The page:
People used to call Anika the Snap Queen. Between the ages of 19 and 21, she was “obsessed with Snapchat, to the point where I had 4,000 followers”. At the peak of her “tragic” behaviour, she reckons now – a year after quitting the image-sharing app – she was taking 25 selfies a day.

She liked the sense of having a platform, she says, with the average selfie getting 300 replies. “It was like, ‘Oh my God, I’m so popular – I’ve gotta show my face.’” But the filters were also part of the appeal. The Londoner had long been insecure about the slight bump in her nose. Snapchat’s fun effects, which let you embellish your selfies with dog ears, flower crowns and the like, would also erase the bump entirely. “I’d think, ‘I’d like to look how I look with this filter that makes my nose look slimmer.’”

Socialising in the real world, she would choose her seat to avoid being seen in profile. She recognises that this was irrational – “but it happens. I feel like we’re in a world where a lot of people are seen to be perfect, and so we try and reach that peak.”

Sometimes her followers would suggest meeting in person. “Then it would be like, ‘I have to look like my selfie.’” It was around this time, the height of her Snapchat obsession, that Anika started contacting cosmetic doctors on Instagram.

The phenomenon of people requesting procedures to resemble their digital image has been referred to – sometimes flippantly, sometimes as a harbinger of end times – as “Snapchat dysmorphia”. The term was coined by the cosmetic doctor Tijion Esho, founder of the Esho clinics in London and Newcastle. He had noticed that where patients had once brought in pictures of celebrities with their ideal nose or jaw, they were now pointing to photos of themselves.

While some used their selfies – typically edited with Snapchat or the airbrushing app Facetune – as a guide, others would say, “‘I want to actually look like this’, with the large eyes and the pixel-perfect skin,” says Esho. “And that’s an unrealistic, unattainable thing.”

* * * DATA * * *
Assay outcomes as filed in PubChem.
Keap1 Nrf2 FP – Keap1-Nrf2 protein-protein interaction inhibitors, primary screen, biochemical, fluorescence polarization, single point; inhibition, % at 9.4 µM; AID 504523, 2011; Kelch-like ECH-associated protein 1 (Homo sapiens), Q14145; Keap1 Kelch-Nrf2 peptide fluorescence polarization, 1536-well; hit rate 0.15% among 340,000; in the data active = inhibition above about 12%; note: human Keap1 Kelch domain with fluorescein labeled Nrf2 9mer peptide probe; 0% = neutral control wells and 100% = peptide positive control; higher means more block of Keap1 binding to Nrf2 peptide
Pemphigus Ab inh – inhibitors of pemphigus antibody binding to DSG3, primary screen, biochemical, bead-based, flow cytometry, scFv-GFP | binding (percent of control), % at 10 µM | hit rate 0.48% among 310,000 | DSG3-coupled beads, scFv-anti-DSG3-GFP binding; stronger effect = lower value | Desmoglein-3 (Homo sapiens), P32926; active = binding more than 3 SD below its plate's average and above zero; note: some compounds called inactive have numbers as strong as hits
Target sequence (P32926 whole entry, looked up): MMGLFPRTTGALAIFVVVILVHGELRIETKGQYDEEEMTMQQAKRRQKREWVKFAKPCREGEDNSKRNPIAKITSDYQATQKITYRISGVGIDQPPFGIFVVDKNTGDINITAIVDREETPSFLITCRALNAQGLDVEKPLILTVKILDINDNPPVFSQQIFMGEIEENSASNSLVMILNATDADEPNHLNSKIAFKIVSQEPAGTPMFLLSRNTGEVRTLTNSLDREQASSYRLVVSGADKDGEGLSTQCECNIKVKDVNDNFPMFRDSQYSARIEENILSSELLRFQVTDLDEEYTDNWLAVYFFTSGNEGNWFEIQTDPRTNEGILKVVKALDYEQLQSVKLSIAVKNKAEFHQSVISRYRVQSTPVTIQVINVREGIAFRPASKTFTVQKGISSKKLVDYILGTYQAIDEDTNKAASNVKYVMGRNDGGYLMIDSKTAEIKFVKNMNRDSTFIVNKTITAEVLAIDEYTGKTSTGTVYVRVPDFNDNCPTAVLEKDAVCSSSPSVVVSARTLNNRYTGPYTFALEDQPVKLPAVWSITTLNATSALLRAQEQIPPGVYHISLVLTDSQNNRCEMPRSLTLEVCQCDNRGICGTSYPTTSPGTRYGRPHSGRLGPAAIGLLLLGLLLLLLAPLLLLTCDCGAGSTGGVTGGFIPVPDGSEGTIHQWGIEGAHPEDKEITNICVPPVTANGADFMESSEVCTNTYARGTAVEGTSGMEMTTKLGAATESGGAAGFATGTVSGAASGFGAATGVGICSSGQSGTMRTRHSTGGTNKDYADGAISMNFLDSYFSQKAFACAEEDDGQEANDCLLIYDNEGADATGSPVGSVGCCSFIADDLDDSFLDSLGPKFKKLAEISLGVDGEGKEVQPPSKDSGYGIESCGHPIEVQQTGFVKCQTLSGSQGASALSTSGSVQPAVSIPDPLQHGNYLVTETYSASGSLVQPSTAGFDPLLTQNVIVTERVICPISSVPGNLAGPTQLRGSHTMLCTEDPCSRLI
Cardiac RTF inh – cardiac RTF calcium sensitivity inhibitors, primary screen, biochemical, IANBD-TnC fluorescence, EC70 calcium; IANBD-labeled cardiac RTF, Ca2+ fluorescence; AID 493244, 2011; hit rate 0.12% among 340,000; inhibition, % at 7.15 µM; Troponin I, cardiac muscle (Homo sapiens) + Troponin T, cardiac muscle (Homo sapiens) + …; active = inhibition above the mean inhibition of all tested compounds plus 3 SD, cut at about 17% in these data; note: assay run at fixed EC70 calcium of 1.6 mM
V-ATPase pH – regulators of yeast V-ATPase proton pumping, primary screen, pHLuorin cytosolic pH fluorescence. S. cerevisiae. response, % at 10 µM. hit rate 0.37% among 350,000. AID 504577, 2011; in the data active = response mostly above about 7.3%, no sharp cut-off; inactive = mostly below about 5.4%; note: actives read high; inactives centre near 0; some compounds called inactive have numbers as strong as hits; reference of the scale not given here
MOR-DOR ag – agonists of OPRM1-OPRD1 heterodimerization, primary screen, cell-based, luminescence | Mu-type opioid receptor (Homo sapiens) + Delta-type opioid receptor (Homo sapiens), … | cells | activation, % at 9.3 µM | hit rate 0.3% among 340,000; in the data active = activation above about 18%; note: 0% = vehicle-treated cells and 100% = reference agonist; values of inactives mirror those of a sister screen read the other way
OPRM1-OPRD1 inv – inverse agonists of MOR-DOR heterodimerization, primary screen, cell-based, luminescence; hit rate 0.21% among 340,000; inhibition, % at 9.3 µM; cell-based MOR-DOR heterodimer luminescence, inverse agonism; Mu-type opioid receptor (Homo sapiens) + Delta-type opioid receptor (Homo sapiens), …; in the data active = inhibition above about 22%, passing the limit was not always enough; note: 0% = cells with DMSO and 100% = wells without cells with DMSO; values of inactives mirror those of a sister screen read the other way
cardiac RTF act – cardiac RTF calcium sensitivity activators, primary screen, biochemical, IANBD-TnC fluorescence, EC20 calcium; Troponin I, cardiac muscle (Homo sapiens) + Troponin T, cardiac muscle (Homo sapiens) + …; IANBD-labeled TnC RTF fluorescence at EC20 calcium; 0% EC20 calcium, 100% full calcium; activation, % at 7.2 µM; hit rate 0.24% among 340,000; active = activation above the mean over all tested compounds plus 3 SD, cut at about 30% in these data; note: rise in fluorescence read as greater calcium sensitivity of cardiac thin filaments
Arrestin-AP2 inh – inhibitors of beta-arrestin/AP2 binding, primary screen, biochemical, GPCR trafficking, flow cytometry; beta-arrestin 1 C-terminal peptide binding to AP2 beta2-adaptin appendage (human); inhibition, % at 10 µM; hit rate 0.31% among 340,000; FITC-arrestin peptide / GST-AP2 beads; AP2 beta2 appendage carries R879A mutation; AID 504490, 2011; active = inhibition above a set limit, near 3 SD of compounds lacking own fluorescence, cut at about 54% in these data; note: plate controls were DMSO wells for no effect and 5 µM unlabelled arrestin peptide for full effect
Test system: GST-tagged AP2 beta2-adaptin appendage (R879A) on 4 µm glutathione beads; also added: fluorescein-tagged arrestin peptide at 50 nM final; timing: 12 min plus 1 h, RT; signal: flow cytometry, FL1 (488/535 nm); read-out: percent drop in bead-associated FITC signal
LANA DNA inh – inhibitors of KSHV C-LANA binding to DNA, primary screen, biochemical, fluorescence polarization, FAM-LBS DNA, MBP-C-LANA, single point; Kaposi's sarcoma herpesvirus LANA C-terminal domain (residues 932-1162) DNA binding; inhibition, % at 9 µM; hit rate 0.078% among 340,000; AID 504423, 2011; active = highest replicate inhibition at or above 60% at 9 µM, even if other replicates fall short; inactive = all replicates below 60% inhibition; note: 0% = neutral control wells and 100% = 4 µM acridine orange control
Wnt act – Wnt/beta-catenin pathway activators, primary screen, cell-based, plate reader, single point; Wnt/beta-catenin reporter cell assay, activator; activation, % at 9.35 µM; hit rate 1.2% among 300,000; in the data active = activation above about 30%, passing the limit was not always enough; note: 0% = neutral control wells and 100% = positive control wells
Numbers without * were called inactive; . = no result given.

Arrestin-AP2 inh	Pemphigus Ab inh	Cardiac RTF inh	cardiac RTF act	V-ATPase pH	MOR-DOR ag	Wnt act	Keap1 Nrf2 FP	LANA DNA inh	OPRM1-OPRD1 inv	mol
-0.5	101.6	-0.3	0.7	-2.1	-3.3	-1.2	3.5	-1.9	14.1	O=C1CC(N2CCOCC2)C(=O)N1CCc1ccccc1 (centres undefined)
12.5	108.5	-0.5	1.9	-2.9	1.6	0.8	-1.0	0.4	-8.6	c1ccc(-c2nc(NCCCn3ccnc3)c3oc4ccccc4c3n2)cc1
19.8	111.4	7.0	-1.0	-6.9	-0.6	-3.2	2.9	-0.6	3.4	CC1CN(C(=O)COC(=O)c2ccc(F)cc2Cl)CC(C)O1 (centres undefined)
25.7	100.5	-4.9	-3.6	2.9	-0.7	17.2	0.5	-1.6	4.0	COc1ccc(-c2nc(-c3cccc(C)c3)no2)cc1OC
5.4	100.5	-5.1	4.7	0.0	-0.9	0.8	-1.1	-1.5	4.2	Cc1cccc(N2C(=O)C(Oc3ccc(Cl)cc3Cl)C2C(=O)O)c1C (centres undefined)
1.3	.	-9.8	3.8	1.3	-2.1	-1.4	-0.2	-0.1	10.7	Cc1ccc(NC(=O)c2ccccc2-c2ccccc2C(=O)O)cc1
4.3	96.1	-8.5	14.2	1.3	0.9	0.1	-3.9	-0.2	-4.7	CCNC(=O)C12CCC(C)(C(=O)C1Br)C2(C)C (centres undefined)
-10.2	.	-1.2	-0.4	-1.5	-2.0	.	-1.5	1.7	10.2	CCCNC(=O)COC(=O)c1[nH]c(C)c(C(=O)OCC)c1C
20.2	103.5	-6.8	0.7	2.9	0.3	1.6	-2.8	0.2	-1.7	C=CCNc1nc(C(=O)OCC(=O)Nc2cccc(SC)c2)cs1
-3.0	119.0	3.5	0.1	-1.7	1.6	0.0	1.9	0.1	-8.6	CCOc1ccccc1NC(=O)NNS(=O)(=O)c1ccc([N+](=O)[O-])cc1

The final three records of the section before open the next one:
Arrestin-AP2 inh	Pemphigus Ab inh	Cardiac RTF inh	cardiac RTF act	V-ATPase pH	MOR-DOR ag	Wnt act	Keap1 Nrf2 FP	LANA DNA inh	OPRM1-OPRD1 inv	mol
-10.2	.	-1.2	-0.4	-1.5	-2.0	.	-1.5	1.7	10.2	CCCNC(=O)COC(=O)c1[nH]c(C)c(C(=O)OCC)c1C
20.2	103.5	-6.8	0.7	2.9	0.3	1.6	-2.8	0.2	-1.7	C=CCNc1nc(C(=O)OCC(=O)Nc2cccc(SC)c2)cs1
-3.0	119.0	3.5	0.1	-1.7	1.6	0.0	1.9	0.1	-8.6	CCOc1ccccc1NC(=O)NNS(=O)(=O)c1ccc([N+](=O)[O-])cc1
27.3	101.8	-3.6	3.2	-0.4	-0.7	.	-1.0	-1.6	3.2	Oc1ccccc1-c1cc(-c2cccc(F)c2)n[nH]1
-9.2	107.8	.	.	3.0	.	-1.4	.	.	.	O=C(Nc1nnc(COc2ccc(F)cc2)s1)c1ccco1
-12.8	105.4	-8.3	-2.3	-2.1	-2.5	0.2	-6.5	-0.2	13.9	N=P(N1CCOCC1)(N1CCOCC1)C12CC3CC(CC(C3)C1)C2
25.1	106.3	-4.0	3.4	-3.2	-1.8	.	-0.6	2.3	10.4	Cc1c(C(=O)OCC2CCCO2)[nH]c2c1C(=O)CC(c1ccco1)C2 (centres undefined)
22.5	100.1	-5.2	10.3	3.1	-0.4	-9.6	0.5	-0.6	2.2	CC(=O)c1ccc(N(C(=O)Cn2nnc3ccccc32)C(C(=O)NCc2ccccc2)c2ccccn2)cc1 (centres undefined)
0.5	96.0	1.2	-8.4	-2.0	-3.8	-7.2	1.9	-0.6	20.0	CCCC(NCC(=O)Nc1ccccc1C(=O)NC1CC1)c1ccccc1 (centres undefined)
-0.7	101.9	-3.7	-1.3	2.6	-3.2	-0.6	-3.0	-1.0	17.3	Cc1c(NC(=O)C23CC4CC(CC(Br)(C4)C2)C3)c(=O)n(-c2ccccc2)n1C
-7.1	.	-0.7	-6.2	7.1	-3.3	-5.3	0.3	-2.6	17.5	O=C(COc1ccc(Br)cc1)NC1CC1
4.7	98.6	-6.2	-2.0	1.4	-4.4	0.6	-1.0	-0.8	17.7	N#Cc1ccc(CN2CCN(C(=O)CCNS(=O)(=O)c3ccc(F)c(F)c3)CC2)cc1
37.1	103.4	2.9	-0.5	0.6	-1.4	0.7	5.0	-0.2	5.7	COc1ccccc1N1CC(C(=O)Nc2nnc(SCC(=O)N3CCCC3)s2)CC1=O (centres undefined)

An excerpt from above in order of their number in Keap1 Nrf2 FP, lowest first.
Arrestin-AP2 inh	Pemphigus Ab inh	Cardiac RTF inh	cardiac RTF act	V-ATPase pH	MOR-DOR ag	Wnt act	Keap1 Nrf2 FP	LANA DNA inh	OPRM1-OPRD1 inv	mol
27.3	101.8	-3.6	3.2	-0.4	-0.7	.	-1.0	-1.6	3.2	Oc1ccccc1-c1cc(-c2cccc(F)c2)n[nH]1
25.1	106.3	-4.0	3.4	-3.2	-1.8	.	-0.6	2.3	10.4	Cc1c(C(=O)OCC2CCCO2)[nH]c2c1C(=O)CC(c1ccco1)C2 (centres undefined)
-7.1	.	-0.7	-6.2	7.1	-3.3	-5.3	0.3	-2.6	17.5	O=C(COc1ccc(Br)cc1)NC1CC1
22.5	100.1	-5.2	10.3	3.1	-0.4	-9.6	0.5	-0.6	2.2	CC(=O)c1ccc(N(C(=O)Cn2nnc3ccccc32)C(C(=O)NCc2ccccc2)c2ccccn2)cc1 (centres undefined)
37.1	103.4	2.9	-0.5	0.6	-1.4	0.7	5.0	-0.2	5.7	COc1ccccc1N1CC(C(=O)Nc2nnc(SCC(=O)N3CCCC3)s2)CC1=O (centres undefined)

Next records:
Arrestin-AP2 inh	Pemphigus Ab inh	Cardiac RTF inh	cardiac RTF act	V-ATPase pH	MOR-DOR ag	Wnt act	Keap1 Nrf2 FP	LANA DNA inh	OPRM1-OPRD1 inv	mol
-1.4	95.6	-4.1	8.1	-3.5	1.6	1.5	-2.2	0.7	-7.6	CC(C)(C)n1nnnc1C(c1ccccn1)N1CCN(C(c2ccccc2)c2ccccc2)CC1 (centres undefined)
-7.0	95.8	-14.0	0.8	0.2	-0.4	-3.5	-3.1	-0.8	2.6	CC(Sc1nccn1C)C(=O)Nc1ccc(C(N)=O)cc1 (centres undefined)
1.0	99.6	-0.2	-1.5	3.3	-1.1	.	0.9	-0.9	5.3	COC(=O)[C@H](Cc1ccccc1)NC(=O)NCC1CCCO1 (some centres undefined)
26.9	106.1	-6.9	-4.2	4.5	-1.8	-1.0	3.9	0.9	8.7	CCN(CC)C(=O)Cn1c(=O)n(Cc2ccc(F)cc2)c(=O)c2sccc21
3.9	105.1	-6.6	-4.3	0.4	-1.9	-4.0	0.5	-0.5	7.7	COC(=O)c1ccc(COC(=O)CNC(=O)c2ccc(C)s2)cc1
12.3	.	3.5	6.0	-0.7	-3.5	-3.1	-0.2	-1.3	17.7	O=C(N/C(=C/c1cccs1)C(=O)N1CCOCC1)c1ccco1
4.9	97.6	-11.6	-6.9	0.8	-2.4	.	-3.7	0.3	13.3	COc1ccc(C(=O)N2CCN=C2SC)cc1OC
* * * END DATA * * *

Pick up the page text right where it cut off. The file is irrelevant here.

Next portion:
A recent report in the US medical journal JAMA Facial Plastic Surgery suggested that filtered images’ “blurring the line of reality and fantasy” could be triggering body dysmorphic disorder (BDD), a mental health condition where people become fixated on imagined defects in their appearance.

Like Esho, Dr Wassim Taktouk uses non-surgical, non-permanent “injectables” such as Botox and dermal fillers to enlarge lips or smooth a bumpy nose. He recalls a client coming to see him in his cream-carpeted Kensington clinic, upset after a date made through an app had gone south. “When she’d met the man, he had been quite disparaging: ‘You don’t look anything like your picture.’”

The woman showed Taktouk the heavily filtered image on her profile and said: “I want to look like that.” It was flawless, he says – “without a single marking of a normal human face”. He told her he couldn’t help. “If that’s the picture you’re going to put out of yourself, you’re setting yourself up for disappointment.”

Why do we take so many photos of ourselves? A 2017 study into “selfitis”, as the obsessive taking of selfies has been called, found a range of motivations, from seeking social status to shaking off depressive thoughts and – of course – capturing a memorable moment. Another study suggested that selfies served “a private and internal purpose”, with the majority never shared with anyone or posted anywhere – terabytes, even petabytes of photographs never to be seen by anyone other than their subject.

With so much of life now lived online, from dating to job-hunting, recent, quality images of yourself are also a necessity – it is no wonder that Facetune (Apple’s most popular paid-for app of 2017) and the free follow-up Facetune2 have more than 55m users between them. Stav Tishler of Lightricks, the company behind them, says making airbrushing accessible has challenged “that illusion that ‘a perfect body’ exists … and levelled out the playing field”: “Everyone knows everyone is using it, supermodels and ‘everyday’ people alike.”